The MicroEJ Platform provides an accurate MicroEJ Simulator that runs on workstations. Applications execute in an almost identical manner on both the workstation and on target devices. The MicroEJ Simulator features IO simulation, JDWP debug coupled with Eclipse, accurate Java heap dump, and an accurate Java scheduling policy (the same as the embedded one). 
In order to simulate external stimuli that come from the native world (that is, “the C world”), the MicroEJ Simulator has a Hardware In the Loop interface, HIL, which performs the simulation of Java-to-C calls. All Java-to-C calls are rerouted to an HIL engine. Indeed HIL is a replacement for the [SNI] interface.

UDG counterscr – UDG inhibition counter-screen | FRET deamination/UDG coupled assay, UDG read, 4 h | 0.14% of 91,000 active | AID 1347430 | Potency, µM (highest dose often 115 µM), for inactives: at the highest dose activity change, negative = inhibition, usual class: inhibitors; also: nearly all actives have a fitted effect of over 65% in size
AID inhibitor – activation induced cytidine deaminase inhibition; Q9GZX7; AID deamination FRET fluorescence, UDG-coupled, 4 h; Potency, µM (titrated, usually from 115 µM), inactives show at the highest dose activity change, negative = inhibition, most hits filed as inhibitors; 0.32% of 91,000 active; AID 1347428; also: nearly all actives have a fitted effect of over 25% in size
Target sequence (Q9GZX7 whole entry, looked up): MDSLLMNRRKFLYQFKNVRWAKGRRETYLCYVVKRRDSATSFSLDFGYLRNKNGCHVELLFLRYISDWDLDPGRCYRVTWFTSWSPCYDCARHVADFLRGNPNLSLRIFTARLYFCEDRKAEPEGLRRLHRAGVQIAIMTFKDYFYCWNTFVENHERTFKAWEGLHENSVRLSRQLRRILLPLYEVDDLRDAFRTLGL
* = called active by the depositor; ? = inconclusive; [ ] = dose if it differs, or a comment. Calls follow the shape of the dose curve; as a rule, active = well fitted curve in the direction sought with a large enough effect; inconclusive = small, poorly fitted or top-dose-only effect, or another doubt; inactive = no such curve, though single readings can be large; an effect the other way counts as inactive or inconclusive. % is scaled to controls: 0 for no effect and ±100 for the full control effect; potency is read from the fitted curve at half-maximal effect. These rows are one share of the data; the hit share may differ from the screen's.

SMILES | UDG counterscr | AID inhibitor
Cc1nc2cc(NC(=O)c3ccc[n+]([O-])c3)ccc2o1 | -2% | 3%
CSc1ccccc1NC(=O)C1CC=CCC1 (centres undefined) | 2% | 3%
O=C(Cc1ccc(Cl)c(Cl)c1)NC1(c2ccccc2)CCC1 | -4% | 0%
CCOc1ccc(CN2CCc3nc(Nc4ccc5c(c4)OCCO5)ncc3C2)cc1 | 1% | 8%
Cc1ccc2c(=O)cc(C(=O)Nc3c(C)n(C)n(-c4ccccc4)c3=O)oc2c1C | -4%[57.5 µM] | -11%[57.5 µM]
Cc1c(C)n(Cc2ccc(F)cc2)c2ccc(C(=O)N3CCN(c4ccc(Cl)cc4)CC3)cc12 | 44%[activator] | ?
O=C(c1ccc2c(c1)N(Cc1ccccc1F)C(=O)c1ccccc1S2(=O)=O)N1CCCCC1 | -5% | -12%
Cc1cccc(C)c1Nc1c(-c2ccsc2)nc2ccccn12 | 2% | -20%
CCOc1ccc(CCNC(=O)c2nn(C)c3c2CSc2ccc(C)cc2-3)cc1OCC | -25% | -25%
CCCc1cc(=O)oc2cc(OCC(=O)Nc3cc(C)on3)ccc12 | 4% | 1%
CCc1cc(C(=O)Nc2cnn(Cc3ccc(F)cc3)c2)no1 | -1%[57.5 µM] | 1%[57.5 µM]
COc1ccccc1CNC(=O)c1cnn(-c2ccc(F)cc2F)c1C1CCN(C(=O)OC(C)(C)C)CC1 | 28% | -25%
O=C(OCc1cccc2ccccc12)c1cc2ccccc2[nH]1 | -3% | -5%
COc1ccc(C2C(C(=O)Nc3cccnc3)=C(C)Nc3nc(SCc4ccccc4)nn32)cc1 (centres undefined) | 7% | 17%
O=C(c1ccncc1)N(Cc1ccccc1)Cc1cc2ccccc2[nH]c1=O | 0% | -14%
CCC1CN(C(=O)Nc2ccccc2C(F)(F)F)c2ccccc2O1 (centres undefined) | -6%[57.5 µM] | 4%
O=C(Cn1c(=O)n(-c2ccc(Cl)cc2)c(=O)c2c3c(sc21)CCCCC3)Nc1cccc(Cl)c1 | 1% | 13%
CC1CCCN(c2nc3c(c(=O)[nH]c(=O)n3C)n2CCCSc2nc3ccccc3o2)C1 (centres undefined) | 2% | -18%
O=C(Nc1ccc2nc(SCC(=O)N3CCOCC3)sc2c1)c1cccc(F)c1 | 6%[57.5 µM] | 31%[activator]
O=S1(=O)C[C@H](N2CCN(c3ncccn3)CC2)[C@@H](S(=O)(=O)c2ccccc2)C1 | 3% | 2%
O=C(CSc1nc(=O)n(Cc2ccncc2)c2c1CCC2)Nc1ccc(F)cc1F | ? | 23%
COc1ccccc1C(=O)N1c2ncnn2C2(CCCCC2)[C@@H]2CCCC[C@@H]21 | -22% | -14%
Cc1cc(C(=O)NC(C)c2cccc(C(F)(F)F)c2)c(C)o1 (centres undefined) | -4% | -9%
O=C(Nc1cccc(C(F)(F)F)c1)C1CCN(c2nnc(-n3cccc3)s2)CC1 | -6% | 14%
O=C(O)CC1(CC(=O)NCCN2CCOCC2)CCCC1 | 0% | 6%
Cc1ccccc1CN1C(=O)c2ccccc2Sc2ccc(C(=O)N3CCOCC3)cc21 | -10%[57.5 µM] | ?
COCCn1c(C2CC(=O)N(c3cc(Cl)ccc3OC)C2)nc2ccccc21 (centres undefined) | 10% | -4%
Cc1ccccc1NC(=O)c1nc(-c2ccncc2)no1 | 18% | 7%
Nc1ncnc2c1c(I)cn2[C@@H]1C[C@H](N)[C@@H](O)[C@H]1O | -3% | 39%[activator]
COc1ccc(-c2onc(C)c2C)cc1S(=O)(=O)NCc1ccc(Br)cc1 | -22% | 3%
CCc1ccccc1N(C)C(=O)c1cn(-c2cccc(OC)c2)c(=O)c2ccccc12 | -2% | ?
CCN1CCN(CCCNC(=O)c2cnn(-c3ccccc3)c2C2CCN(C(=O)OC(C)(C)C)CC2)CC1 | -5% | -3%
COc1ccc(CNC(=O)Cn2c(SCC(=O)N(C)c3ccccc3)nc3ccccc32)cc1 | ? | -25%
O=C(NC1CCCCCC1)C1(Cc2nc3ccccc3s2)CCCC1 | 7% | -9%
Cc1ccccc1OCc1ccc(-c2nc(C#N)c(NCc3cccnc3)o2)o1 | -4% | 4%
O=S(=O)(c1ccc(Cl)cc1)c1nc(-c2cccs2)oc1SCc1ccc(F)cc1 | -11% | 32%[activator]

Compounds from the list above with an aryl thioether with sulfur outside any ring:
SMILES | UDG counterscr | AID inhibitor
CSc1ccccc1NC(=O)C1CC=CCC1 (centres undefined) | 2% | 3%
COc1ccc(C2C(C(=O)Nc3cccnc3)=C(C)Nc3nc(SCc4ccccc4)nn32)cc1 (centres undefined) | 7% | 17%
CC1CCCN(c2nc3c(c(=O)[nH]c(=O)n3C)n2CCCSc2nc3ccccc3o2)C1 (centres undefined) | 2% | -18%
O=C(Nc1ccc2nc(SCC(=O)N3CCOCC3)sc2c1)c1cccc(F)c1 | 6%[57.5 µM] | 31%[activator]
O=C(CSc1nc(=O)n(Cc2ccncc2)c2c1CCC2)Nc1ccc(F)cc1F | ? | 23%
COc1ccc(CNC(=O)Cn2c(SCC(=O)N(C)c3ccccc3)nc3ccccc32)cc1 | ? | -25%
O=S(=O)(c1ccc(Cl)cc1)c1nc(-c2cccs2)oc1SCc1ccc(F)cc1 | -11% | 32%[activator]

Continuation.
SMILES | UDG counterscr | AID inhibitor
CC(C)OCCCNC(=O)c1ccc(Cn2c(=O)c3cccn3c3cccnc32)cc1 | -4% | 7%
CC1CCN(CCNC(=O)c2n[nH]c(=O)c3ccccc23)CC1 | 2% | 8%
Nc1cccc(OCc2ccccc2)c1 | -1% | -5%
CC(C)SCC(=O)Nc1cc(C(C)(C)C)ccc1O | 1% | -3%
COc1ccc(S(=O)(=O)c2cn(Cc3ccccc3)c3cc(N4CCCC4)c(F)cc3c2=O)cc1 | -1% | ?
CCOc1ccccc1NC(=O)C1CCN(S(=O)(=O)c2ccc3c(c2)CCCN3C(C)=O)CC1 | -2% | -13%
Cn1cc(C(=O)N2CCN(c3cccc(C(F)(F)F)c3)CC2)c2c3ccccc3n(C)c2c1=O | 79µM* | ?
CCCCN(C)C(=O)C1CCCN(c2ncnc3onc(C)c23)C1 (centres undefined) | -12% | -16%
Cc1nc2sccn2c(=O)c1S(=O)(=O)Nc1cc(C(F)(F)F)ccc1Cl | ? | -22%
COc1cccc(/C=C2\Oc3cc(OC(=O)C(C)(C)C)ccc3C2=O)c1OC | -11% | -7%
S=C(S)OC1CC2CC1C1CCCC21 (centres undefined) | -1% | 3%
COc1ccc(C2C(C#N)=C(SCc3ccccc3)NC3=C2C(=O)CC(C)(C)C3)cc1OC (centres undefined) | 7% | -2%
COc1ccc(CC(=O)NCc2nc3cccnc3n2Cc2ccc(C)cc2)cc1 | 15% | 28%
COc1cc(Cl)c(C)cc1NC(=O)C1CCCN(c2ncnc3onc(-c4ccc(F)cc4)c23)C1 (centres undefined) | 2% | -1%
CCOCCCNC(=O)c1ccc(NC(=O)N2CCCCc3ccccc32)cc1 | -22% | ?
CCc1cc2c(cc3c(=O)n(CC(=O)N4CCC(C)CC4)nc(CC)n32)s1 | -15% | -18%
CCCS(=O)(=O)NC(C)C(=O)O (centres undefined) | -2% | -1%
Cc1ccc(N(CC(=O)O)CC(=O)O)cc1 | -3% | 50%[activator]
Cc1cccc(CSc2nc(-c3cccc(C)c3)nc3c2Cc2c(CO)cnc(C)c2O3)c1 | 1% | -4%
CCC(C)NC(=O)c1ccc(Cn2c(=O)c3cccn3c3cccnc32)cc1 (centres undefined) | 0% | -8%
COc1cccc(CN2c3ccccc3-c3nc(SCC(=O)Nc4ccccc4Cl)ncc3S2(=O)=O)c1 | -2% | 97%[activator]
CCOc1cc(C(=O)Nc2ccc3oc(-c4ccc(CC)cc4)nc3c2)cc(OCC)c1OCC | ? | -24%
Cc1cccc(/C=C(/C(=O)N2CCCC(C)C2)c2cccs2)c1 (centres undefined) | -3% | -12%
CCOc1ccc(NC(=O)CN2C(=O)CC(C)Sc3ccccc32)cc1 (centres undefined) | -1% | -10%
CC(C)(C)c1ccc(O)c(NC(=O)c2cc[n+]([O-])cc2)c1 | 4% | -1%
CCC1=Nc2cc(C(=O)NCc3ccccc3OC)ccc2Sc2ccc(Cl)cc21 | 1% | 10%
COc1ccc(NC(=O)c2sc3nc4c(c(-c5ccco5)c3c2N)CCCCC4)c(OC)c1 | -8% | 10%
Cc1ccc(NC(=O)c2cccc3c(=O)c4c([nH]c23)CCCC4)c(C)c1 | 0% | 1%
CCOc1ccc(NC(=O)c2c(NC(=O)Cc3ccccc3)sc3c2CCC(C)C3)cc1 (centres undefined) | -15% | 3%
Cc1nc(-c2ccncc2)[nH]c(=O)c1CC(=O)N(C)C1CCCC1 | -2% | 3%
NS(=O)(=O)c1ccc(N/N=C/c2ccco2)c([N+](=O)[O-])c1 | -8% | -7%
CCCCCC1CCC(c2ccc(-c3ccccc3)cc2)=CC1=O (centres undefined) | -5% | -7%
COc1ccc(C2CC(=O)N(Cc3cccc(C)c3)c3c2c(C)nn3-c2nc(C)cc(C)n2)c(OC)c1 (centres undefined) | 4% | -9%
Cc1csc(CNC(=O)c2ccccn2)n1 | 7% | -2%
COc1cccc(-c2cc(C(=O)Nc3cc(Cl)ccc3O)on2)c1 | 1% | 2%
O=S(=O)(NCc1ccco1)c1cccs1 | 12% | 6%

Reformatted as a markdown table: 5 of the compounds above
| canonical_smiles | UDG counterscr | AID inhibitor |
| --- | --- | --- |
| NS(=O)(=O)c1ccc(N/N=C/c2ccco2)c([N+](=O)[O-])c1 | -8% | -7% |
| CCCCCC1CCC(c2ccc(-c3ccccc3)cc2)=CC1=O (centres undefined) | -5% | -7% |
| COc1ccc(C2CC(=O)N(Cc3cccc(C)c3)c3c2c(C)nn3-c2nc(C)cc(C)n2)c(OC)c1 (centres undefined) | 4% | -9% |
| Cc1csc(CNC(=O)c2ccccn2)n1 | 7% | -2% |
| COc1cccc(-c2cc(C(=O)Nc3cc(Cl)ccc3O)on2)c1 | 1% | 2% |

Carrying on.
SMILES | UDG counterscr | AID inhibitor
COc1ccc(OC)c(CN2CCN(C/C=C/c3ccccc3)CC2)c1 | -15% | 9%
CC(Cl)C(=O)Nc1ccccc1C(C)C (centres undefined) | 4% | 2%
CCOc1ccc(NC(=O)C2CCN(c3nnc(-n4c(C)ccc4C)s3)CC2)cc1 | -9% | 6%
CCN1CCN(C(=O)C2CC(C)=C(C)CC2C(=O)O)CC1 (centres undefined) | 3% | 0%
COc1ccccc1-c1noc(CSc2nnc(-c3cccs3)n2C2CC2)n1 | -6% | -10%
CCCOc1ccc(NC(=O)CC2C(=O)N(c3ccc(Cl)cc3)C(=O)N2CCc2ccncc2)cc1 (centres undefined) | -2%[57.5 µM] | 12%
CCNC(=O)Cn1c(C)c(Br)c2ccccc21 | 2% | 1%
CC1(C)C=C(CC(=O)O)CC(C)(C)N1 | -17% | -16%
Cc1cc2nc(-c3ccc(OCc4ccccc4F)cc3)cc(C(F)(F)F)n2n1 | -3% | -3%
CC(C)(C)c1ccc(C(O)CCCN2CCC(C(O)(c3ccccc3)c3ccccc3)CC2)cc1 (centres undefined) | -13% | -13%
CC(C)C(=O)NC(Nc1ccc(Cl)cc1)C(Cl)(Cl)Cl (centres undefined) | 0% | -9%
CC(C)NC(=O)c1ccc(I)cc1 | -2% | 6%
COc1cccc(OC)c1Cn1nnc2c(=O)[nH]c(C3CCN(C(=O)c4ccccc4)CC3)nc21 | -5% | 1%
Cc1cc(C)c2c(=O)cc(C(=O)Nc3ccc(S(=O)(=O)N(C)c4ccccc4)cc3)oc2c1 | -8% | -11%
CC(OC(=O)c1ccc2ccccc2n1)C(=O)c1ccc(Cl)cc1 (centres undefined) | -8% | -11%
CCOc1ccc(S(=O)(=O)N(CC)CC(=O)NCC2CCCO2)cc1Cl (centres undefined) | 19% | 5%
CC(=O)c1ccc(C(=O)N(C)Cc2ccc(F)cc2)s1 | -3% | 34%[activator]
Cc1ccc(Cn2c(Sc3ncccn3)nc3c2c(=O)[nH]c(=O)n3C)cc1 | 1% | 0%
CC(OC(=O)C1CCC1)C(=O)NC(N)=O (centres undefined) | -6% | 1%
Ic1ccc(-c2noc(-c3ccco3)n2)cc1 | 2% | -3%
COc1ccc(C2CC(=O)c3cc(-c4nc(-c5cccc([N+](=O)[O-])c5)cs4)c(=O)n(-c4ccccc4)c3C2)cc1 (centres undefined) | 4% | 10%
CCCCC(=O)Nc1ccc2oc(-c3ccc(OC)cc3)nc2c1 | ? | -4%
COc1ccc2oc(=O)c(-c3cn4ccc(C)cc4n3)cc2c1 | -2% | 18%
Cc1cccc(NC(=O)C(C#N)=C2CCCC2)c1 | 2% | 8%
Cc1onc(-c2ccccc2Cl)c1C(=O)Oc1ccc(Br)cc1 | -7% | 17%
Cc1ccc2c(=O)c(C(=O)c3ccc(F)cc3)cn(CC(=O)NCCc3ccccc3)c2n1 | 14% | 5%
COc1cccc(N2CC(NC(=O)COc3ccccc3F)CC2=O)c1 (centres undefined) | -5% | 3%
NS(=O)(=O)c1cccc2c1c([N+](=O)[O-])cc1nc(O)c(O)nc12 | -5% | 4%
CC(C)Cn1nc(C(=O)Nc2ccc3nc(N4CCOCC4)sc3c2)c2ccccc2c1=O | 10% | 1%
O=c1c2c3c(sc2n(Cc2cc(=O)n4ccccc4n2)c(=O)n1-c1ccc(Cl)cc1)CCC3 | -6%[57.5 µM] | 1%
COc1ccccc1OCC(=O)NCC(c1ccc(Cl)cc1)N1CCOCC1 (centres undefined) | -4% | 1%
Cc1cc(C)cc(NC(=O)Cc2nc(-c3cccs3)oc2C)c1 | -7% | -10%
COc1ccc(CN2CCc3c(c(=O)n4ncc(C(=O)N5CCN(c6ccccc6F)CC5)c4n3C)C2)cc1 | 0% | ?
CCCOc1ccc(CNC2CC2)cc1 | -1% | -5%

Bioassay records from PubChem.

The “simulated C world” is made of Mocks that simulate native code (such as drivers and any other kind of C libraries), so that the MicroEJ Application can behave the same as the device using the MicroEJ Platform.
The MicroEJ Simulator and the HIL are two processes that run in parallel: the communication between them is through a socket connection. Mocks run inside the process that runs the HIL engine.
|||Only the execution speed is not accurate. The Simulator speed can be set to match the average MicroEJ Platform speed in order to adapt the Simulator speed to the desktop speed.|
The Simulator is a built-in feature of MicroEJ Platform architecture.
To run an application in the Simulator, create a MicroEJ launch configuration by right-clicking on the main class of the application, and selecting Run As > MicroEJ Application.
This will create a launch configuration configured for the Simulator, and will run it.